Strong Application Example.

The first 1,000 days of life are a critical window in which the brain’s ability to change is highest, and the possibility of reducing severity and impact of disability is maximized, especially in children with Targeted Disease (TD).

TD is the most common cause of childhood physical disability (1 in 700 Australians). Access to early diagnosis of TD enables early evidence-based intervention and improved outcomes. In Western Australia (WA), the early diagnosis of TD is now possible for babies from 12 weeks of age, and with support from the PCHF our team have established a world-leading early intervention service for high-risk babies, ensuring early diagnosis of TD and improved outcomes. However, early detection of TD does not exist beyond the inner-metropolitan area, meaning babies at-risk are falling through the gaps in our health system.  

TD is the third most costly health condition in Australia (3) and costs increase with severity of TD (4). For children with TD in Australia socio-economic disadvantage at birth has recently been shown to be associated with more severe and complex TD (5). Of concern we also know the rate of post-natal TD in indigenous people is three times the rate of caucasians (6). This confirms that many children with TD particularly those with the greatest need for early diagnosis and intervention services are most likely to have the least financial resources available and to live in neighbourhoods with fewer services.  

Unfortunately, children with TD in rural and remote areas, those with the greatest need for early diagnosis and intervention are most likely to have the least financial resources available and live in areas with fewer services. It is vital that we build systems that detect children with TD and other common impairments early, promote early responsive parenting and support parent mental health at this very difficult time. We propose the development of a sustainable state-wide teaching and training model of care (MOC) for the early detection of TD, activity which is not funded by the Department of Health or the NDIS.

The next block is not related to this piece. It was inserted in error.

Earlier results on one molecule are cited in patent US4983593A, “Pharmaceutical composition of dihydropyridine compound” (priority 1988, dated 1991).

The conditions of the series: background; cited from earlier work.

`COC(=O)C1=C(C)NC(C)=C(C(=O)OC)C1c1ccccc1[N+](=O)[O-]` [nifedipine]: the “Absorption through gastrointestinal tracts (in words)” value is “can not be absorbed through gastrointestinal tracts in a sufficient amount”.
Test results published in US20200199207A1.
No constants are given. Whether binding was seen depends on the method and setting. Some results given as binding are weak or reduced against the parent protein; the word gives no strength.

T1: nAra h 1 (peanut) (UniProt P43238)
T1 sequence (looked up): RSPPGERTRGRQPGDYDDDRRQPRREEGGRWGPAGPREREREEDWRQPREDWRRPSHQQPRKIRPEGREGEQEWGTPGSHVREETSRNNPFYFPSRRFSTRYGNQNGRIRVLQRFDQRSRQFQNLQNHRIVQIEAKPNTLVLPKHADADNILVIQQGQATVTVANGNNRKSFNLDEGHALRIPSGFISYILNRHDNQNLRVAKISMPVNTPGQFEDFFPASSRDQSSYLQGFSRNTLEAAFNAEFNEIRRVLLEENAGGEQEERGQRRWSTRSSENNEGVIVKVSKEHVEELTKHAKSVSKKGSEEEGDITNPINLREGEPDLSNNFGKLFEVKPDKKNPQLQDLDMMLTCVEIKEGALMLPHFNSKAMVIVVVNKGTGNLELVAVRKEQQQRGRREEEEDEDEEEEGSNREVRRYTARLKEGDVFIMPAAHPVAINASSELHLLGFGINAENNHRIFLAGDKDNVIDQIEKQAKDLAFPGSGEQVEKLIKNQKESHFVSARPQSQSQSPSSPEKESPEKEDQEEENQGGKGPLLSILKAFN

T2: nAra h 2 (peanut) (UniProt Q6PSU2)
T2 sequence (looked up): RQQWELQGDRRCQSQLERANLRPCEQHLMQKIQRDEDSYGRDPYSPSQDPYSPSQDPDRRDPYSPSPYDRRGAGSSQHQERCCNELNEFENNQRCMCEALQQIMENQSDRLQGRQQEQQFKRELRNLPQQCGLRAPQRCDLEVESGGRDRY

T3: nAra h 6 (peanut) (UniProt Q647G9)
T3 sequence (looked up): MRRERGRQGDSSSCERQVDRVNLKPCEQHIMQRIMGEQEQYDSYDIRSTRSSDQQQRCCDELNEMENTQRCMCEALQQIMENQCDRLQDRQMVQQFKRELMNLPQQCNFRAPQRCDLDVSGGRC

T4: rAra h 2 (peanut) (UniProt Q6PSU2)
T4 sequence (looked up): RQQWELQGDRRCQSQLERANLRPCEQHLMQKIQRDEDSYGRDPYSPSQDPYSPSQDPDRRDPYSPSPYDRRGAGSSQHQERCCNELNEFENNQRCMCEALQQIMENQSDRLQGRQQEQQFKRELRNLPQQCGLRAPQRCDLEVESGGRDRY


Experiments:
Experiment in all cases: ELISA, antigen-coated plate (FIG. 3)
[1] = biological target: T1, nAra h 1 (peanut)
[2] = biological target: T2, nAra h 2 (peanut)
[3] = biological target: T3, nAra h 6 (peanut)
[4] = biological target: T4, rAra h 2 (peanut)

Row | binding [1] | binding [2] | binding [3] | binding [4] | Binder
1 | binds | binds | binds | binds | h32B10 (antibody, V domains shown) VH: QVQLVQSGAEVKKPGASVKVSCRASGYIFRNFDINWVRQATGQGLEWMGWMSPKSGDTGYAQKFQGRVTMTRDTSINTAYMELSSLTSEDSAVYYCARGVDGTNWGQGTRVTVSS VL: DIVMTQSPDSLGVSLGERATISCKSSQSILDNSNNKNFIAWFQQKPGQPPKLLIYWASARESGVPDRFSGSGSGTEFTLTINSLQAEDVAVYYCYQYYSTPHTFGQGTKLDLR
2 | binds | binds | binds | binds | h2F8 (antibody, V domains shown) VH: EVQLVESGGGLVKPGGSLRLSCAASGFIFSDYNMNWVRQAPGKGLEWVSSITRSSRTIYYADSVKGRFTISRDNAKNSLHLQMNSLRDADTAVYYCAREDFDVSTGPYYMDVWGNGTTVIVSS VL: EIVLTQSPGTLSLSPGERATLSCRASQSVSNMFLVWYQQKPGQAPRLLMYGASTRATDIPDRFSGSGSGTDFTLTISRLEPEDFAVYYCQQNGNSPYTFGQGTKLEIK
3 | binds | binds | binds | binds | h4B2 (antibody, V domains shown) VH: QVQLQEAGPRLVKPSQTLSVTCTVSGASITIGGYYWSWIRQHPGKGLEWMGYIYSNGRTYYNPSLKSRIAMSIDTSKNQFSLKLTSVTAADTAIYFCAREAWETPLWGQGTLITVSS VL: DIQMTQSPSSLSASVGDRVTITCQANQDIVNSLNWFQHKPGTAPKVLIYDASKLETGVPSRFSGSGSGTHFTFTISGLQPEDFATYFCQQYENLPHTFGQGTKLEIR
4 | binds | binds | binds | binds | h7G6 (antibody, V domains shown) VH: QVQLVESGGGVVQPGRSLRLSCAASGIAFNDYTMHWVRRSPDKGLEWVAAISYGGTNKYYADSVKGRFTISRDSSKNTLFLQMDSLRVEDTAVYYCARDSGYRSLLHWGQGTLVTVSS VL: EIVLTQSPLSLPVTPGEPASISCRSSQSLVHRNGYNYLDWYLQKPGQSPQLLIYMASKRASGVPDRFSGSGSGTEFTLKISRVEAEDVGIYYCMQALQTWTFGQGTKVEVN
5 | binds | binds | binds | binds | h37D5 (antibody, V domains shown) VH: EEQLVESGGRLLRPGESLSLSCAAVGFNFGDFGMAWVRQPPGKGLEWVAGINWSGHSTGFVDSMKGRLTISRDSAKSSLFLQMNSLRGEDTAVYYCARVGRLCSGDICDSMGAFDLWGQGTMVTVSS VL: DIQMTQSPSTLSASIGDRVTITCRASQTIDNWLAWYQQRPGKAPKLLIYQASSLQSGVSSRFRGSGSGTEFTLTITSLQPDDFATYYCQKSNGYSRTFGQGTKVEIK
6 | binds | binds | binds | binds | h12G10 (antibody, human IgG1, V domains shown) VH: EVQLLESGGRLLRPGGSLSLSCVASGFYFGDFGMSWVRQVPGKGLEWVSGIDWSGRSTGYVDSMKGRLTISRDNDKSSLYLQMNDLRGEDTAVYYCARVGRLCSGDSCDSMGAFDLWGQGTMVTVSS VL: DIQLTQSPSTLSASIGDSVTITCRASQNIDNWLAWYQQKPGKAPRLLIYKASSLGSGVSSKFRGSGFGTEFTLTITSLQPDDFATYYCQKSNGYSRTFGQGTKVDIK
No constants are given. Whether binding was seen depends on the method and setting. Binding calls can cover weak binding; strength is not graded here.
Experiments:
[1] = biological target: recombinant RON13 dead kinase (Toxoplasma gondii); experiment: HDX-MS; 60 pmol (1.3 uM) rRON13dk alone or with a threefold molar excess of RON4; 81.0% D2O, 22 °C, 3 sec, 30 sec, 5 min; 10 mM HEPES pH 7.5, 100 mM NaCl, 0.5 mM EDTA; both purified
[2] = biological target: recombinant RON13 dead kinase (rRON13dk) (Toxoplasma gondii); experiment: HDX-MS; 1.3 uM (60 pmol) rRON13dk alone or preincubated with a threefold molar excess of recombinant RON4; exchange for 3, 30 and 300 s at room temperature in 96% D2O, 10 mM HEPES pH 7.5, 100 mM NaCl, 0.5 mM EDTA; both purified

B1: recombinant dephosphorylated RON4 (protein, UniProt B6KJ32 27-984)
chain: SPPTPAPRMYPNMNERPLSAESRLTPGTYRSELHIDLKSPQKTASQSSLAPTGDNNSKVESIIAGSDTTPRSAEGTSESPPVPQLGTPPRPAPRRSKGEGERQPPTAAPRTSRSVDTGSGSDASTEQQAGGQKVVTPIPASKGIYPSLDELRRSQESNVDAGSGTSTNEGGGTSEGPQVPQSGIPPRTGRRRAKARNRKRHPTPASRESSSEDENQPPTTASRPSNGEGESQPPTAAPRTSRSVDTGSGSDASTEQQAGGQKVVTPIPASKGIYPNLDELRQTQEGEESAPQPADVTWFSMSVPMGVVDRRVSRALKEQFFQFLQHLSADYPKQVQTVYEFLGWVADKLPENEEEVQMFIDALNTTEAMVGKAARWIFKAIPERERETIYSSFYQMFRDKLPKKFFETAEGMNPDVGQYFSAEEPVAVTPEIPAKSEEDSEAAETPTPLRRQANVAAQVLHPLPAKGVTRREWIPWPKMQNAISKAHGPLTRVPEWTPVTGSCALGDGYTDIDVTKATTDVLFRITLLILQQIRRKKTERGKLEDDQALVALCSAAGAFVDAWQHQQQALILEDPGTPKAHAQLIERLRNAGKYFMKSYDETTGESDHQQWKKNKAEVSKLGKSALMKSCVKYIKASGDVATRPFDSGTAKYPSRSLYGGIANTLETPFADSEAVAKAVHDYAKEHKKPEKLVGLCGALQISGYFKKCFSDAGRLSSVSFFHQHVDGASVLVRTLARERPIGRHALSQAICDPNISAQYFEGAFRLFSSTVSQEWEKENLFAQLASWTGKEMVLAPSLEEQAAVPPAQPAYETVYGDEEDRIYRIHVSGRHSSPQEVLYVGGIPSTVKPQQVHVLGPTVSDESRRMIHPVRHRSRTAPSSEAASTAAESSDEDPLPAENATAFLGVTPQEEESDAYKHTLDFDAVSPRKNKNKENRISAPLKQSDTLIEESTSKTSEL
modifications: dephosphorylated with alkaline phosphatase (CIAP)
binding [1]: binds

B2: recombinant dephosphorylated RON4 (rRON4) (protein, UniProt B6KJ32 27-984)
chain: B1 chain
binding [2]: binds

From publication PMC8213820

Comment: This response while abbreviated provides details on the cohort, the urgency of proposed intervention, any inequalities for access to intervention/healthcare and current funding constraints. Words in bold are particularly relevant. 

Improvement is required when a response which does not include or is not clear on the following points and add needs further information to clarify relevant issues:

  • The issue you are addressing is described in a manner so that an educated non-clinical person could be expected to understand it. If the issue is related to a particular health condition, then a brief explanation of the condition and the impact on children would be helpful, such as morbidity and mortality rates, loss of function e.g.
  • Details on cohort including the number of children in WA currently affected by this issue. Is it getting worse and why? Any co-morbidities? Is the prevalence higher in some groups compared to others? Difference in prevalence depending on age, gender etc
  • Where is the current gaps in healthcare, are some groups of children not accessing treatment for this condition, are clinicians not able to offer the highest standard of care without this funding e.g.
  • Highlight any issues relating to accessibility and equality of healthcare, this may be relevant for rural and remote areas
  • Include statistics or links to supporting evidence
  • The gap in what the Government funds to help address this problem